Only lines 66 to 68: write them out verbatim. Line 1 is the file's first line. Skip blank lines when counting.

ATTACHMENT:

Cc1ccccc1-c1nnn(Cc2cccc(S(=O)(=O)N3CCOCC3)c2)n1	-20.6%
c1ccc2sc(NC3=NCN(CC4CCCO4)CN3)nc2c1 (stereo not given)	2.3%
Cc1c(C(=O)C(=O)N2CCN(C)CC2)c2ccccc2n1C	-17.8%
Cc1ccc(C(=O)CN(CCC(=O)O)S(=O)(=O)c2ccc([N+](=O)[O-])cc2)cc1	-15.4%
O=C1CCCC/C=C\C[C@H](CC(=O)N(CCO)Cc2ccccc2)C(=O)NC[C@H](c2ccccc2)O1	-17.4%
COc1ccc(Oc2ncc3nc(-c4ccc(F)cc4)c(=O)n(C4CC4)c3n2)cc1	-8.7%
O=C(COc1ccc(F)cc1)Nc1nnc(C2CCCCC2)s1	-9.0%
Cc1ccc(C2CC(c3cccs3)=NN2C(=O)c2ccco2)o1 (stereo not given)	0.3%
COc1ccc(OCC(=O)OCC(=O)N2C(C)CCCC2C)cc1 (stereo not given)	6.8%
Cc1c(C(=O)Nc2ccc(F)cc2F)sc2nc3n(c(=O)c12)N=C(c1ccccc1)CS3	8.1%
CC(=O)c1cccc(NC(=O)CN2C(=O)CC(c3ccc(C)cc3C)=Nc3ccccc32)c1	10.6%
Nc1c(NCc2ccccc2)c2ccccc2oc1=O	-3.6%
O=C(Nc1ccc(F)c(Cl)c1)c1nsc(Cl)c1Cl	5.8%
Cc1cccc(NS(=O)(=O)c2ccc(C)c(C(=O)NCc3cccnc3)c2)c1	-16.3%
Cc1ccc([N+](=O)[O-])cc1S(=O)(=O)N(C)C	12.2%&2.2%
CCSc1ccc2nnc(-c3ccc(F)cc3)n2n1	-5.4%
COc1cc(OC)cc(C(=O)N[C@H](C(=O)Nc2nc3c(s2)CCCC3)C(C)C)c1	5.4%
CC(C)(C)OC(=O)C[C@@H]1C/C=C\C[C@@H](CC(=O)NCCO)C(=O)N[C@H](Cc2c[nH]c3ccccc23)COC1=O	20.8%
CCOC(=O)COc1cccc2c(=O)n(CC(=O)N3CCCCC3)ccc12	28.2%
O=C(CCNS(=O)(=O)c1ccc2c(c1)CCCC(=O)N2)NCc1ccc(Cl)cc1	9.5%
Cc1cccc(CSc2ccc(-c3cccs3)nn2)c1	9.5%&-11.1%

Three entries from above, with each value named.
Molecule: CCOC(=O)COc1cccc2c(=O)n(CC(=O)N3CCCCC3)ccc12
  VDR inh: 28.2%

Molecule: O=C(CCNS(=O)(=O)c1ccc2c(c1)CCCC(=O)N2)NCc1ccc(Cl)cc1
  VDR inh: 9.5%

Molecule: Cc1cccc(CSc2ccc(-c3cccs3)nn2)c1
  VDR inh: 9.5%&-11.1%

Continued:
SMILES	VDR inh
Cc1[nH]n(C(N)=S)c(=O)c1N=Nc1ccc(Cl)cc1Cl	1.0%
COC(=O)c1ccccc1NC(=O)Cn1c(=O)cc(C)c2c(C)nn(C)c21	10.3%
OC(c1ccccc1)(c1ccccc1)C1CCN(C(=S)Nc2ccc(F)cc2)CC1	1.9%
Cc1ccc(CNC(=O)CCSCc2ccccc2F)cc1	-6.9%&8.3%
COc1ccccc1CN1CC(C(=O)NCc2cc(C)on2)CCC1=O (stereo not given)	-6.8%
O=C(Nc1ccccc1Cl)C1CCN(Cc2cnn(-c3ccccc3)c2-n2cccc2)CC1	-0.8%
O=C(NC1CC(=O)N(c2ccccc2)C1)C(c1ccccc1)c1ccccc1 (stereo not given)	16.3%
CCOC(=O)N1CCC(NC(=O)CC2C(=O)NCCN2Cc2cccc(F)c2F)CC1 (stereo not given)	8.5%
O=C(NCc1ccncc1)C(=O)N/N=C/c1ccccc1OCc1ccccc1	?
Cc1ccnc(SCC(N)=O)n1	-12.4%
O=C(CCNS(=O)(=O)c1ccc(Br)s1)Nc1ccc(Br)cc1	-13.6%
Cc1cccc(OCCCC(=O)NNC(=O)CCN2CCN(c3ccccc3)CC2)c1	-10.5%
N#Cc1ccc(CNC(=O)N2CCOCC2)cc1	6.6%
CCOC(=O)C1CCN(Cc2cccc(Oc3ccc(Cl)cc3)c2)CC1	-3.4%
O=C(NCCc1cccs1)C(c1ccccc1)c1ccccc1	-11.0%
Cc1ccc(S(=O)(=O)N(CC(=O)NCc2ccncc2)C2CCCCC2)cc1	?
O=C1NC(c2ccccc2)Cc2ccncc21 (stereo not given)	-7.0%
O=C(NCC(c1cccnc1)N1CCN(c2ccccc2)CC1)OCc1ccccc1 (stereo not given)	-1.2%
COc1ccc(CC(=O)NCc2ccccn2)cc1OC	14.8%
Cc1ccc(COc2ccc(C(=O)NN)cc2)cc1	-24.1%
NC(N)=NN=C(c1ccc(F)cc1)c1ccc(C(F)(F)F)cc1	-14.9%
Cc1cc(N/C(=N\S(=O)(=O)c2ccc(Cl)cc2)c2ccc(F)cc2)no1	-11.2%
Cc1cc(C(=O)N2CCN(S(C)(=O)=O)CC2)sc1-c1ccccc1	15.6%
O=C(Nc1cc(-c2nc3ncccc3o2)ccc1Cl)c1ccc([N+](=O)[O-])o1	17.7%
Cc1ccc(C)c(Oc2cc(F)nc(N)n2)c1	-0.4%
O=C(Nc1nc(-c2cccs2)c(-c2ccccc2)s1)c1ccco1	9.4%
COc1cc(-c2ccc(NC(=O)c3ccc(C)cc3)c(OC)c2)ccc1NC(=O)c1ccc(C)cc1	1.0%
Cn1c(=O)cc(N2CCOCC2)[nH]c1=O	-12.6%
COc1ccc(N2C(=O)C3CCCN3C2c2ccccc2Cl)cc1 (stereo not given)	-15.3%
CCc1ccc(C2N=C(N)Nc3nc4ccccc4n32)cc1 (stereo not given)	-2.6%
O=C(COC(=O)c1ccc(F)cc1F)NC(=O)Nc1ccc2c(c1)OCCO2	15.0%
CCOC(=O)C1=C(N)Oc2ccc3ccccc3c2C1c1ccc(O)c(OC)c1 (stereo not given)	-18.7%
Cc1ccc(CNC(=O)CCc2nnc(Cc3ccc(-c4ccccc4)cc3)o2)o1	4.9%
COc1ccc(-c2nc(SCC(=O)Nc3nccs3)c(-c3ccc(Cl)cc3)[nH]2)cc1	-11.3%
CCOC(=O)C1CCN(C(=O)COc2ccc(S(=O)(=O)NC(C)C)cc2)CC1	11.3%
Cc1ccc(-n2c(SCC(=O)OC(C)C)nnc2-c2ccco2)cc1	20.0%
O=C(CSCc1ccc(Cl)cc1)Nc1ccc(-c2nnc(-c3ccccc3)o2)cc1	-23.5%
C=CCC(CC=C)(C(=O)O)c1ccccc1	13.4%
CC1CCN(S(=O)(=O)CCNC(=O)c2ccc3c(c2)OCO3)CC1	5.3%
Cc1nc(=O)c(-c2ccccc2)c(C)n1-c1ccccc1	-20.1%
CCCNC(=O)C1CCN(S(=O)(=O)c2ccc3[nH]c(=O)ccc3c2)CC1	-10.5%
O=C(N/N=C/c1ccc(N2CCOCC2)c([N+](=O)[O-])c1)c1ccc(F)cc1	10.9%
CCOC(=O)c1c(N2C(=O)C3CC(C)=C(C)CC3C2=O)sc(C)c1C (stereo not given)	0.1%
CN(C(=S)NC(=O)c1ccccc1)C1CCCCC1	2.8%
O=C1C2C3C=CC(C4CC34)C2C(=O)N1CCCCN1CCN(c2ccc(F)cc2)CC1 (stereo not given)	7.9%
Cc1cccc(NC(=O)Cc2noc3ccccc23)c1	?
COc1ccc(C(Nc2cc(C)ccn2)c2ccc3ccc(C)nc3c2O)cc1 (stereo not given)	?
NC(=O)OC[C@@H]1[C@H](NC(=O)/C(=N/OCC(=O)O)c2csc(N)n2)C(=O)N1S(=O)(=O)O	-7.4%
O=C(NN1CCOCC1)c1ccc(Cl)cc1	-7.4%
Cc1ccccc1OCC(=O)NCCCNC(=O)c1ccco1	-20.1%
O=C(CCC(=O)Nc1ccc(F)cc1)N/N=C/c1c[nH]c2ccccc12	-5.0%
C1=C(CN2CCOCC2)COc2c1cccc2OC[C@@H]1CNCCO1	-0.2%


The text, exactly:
Cc1ccc(-n2c(SCC(=O)OC(C)C)nnc2-c2ccco2)cc1	20.0%
O=C(CSCc1ccc(Cl)cc1)Nc1ccc(-c2nnc(-c3ccccc3)o2)cc1	-23.5%
C=CCC(CC=C)(C(=O)O)c1ccccc1	13.4%